The fest, which takes place in Cambridge at the Brattle and Harvard Film Archive and runs from March 22 to the 26, is one of the great gems of the local film scene. The schedule is absolutely fantastic this year, which we should know, because we’ve saw a lot of the major films in the line-up at SXSW a week ago.
In addition to the already-reviewed Hounds of Love, here are our takes on three of the fest’s biggest gets, and some other picks for a packed weekend of off-the-beaten-path filmgoing.
Swipe or use your ← → (arrow) keys
The BUFF kicks off with Alice Lowe’s revenge thriller Prevenge, which screened at SXSW and is an absolute delight that should not be missed. It’s almost cliche at this point to point out all of the terrors involved in pregnancy — plenty of other excellent films have already made their points, like Rosemary’s Baby, Grace, and Demon Seed — but this British film manages to break new ground in an interesting and effective way.
Prevenge tells the story of a pregnant woman named Ruth who has just suffered an impossible tragedy: Her husband was killed in a tragic climbing accident, and she’s alone and terrified, aside from her still-in-utero child who begins telling her to do horrible things. Soon enough, Ruth and her baby embark on a quest to exact their revenge on the people who were with her husband on that climbing expedition, and it’ll lead her to some pretty dark places.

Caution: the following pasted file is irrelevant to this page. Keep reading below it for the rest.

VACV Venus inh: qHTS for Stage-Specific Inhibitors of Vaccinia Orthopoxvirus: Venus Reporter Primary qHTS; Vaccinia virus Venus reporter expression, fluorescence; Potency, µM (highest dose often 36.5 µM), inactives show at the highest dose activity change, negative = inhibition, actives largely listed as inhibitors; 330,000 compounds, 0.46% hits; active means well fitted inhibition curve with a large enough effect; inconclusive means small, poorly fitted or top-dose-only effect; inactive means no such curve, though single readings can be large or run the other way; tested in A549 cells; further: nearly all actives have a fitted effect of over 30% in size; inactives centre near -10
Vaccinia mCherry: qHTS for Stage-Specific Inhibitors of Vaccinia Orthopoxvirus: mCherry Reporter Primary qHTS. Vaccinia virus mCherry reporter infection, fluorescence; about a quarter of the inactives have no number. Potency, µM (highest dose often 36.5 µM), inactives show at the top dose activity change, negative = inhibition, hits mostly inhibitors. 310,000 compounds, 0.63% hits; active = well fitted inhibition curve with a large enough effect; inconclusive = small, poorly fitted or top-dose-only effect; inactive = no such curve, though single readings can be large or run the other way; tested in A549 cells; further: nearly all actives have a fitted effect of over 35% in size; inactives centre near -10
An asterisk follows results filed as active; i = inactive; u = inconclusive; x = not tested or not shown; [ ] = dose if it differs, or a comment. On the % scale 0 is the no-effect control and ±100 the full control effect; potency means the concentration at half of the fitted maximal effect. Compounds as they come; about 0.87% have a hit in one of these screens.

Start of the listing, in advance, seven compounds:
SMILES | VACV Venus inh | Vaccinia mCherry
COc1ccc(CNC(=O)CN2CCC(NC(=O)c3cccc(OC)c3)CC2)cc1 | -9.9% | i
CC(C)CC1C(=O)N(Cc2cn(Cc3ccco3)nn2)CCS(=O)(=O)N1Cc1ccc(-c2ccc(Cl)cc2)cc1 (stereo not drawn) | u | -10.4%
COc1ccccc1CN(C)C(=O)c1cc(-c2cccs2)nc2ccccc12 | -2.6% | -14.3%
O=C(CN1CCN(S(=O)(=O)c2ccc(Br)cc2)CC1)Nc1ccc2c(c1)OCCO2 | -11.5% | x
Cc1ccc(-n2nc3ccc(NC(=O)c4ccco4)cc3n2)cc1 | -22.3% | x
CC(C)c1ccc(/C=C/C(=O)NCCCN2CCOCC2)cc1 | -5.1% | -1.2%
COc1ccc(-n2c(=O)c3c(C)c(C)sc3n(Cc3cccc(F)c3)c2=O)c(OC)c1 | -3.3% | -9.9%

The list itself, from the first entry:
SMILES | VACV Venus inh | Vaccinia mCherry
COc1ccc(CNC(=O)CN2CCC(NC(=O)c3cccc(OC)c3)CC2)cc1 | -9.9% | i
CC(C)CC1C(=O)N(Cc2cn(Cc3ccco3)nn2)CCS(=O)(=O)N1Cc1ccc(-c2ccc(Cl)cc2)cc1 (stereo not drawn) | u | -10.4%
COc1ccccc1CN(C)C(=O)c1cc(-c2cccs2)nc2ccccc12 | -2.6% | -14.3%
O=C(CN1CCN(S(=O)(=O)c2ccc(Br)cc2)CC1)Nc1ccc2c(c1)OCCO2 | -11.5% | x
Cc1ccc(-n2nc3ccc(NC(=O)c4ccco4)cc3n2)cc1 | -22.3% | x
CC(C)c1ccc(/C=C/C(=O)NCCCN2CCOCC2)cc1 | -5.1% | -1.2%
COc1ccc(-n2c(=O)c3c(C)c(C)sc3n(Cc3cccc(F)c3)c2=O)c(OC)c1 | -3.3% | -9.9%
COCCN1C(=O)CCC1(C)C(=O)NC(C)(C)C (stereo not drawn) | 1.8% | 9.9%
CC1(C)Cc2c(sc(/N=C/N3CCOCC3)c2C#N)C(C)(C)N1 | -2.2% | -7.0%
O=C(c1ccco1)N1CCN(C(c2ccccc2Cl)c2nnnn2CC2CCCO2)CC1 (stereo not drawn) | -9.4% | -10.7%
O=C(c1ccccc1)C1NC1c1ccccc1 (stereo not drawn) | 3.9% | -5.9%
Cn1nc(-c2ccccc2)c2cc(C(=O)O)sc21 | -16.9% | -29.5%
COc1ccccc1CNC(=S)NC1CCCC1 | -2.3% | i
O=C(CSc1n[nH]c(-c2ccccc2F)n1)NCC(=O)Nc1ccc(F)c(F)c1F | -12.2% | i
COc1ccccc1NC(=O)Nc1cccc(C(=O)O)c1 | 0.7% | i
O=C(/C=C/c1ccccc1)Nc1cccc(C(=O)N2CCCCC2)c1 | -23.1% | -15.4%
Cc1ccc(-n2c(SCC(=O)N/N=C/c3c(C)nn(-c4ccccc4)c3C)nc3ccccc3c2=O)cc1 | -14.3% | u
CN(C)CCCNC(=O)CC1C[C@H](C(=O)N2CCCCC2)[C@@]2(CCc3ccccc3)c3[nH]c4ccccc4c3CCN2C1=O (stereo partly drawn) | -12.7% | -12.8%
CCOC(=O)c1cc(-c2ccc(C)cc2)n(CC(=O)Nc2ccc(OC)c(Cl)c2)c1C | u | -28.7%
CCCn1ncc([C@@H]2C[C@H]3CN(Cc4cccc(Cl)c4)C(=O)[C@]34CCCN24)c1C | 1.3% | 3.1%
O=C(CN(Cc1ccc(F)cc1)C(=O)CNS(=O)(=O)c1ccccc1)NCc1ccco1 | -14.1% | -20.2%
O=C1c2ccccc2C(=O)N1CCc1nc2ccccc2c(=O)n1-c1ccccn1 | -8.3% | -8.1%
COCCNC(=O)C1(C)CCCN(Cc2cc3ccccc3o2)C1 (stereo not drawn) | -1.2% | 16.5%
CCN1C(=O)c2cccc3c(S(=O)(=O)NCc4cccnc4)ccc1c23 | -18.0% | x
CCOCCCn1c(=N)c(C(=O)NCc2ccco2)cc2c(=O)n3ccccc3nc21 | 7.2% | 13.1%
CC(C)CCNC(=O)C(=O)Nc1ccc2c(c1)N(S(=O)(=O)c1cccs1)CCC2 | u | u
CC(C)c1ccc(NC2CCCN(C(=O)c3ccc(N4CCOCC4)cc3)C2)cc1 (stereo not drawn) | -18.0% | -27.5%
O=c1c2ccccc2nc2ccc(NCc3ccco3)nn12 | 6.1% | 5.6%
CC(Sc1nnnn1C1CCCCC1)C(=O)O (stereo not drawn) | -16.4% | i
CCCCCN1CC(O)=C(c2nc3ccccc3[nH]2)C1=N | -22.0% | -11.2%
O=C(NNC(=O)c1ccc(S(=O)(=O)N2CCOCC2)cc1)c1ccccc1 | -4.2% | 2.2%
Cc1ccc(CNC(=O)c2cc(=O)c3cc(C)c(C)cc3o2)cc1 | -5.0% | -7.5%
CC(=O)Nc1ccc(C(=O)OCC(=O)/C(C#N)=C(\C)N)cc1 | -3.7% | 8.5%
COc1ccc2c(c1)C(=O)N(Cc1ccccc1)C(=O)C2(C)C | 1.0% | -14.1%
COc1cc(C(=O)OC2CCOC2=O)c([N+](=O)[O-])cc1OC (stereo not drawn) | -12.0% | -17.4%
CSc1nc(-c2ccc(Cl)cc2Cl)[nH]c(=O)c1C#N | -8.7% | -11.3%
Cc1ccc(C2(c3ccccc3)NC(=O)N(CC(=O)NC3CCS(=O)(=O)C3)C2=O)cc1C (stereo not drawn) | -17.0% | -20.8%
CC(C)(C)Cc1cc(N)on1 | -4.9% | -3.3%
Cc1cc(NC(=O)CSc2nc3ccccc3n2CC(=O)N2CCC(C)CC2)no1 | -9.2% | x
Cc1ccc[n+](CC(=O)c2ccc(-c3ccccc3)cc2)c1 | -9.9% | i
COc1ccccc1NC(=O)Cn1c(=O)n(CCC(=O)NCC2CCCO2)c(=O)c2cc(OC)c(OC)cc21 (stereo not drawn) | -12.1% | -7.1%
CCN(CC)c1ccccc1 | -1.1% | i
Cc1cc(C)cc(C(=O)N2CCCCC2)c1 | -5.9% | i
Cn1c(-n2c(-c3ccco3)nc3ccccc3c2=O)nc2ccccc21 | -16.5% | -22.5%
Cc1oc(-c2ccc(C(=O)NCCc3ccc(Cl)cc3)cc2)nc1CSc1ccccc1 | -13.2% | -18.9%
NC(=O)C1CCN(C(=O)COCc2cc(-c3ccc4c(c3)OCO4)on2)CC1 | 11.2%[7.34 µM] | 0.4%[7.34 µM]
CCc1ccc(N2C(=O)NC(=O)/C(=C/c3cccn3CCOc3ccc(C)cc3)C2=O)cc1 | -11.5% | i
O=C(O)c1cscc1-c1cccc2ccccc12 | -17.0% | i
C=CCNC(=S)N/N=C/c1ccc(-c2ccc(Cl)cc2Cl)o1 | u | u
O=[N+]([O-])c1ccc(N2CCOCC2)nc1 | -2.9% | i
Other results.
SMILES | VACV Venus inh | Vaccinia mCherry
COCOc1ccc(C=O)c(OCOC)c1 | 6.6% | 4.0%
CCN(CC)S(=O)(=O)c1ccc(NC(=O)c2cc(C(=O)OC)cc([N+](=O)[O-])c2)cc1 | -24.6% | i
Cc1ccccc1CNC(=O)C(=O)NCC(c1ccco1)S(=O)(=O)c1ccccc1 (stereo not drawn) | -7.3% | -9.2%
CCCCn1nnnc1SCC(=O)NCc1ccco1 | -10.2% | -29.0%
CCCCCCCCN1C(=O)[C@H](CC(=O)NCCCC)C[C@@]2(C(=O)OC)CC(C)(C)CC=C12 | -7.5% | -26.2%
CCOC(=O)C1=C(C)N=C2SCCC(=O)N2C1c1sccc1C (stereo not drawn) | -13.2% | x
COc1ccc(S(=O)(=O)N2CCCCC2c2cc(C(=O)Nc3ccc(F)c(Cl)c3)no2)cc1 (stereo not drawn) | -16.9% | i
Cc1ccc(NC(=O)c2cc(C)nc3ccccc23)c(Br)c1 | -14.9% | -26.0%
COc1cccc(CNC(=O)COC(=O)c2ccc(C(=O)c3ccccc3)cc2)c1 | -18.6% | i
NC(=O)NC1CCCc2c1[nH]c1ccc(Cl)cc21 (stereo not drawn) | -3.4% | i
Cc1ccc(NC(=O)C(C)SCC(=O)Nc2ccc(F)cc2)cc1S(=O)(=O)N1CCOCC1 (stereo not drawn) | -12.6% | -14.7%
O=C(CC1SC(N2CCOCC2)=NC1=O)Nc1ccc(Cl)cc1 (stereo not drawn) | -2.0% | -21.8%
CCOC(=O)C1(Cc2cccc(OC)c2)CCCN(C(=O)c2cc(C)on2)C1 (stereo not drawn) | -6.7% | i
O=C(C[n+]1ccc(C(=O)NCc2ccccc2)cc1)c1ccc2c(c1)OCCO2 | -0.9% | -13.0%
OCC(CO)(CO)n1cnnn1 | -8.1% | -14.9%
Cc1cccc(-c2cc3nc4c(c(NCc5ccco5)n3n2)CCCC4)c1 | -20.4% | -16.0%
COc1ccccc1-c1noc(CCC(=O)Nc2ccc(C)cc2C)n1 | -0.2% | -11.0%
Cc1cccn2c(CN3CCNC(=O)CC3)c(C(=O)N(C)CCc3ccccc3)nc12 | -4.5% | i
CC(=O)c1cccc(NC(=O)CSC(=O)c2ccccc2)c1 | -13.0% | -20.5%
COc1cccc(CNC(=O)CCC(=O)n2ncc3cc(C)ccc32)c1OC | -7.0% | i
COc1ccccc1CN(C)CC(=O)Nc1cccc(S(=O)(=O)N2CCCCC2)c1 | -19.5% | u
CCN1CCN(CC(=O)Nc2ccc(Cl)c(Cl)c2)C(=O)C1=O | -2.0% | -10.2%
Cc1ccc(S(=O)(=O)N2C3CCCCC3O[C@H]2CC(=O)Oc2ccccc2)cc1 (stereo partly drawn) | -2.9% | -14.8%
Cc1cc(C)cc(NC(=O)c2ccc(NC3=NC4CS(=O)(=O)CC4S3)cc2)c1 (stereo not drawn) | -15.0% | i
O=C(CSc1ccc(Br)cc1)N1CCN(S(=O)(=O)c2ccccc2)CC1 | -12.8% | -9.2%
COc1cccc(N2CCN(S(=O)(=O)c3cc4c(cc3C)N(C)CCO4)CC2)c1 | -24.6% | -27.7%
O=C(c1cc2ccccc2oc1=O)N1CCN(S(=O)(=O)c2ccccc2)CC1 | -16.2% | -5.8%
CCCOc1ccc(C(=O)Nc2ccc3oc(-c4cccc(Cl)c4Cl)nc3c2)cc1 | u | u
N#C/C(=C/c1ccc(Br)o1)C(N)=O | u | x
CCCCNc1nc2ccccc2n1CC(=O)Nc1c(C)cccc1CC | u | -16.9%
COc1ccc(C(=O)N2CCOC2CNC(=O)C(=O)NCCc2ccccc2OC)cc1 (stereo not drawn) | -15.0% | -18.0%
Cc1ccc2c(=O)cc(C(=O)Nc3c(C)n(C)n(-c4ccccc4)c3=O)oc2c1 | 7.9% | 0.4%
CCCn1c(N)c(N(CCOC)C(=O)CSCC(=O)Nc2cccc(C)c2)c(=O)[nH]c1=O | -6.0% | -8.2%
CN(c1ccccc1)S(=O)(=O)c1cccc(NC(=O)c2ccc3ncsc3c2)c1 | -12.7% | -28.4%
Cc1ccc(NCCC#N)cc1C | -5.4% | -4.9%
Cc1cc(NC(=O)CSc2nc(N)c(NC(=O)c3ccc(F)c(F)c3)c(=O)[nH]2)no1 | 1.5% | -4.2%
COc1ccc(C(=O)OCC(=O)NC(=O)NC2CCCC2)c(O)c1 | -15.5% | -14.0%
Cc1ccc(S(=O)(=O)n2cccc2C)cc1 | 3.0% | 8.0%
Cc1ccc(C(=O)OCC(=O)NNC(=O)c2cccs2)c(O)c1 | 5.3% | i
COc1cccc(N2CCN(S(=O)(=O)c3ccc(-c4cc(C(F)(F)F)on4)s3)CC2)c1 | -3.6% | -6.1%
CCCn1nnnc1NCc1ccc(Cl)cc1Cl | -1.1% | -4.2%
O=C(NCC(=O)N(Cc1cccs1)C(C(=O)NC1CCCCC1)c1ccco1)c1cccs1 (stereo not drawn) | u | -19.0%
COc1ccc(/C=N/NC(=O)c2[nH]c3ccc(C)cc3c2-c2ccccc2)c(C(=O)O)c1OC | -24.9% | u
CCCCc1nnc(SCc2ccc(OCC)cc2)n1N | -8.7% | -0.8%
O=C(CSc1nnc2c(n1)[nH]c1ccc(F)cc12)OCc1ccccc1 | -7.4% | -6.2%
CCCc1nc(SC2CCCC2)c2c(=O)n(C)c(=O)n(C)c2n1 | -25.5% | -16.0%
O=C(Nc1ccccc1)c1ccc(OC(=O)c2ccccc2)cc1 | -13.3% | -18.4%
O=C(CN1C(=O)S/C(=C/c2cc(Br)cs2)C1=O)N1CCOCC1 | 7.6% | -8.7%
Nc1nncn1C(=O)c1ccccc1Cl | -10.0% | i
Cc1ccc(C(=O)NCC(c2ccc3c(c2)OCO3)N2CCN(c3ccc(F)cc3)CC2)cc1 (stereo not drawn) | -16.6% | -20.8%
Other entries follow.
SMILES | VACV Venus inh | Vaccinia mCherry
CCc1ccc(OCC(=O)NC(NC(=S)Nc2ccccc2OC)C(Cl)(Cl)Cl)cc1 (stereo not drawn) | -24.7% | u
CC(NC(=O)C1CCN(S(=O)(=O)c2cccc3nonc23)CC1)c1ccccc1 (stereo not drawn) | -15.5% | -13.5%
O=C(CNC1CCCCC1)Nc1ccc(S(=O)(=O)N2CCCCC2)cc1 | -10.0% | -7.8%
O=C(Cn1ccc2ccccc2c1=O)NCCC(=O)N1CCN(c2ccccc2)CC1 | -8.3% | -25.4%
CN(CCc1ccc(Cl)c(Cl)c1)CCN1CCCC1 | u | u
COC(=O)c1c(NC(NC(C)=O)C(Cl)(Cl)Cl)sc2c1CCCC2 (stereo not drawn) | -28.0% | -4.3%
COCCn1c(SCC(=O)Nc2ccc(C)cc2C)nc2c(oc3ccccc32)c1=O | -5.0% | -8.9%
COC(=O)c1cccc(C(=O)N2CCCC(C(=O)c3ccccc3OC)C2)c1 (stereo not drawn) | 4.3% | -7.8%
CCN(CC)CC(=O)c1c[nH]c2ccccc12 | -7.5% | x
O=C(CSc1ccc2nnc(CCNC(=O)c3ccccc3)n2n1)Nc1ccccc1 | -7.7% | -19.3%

Lowe, perhaps best known for her collaborations as an actress with directors like Edgar Wright and Ben Wheatley, has taken the old adage about Ginger Rogers doing everything Astaire did “backwards and in heels” to an impossibly new and difficult degree — she directed and starred in Prevenge while actually pregnant with her daughter. Lowe commits herself absolutely to the performance, and she’s wonderful, no matter what situation she’s thrown into. It’s occasionally very funny and surprisingly grisly from time to time (there’s one bit involving a character named DJ Dan (Tom Davis), a crappy emcee with a fake afro who hits on Ruth uncomfortably, that’s sure to make those with Y-chromosomes in the audience cross their legs with discomfort), and the cinematography is effective and interesting, especially when blended with the great effects and make-up work. Prevenge really comes together at the end, where Lowe makes some incredible decisions that wind up subverting the whole damn genre, and it’s bound to gain a following amongst discerning horror fans.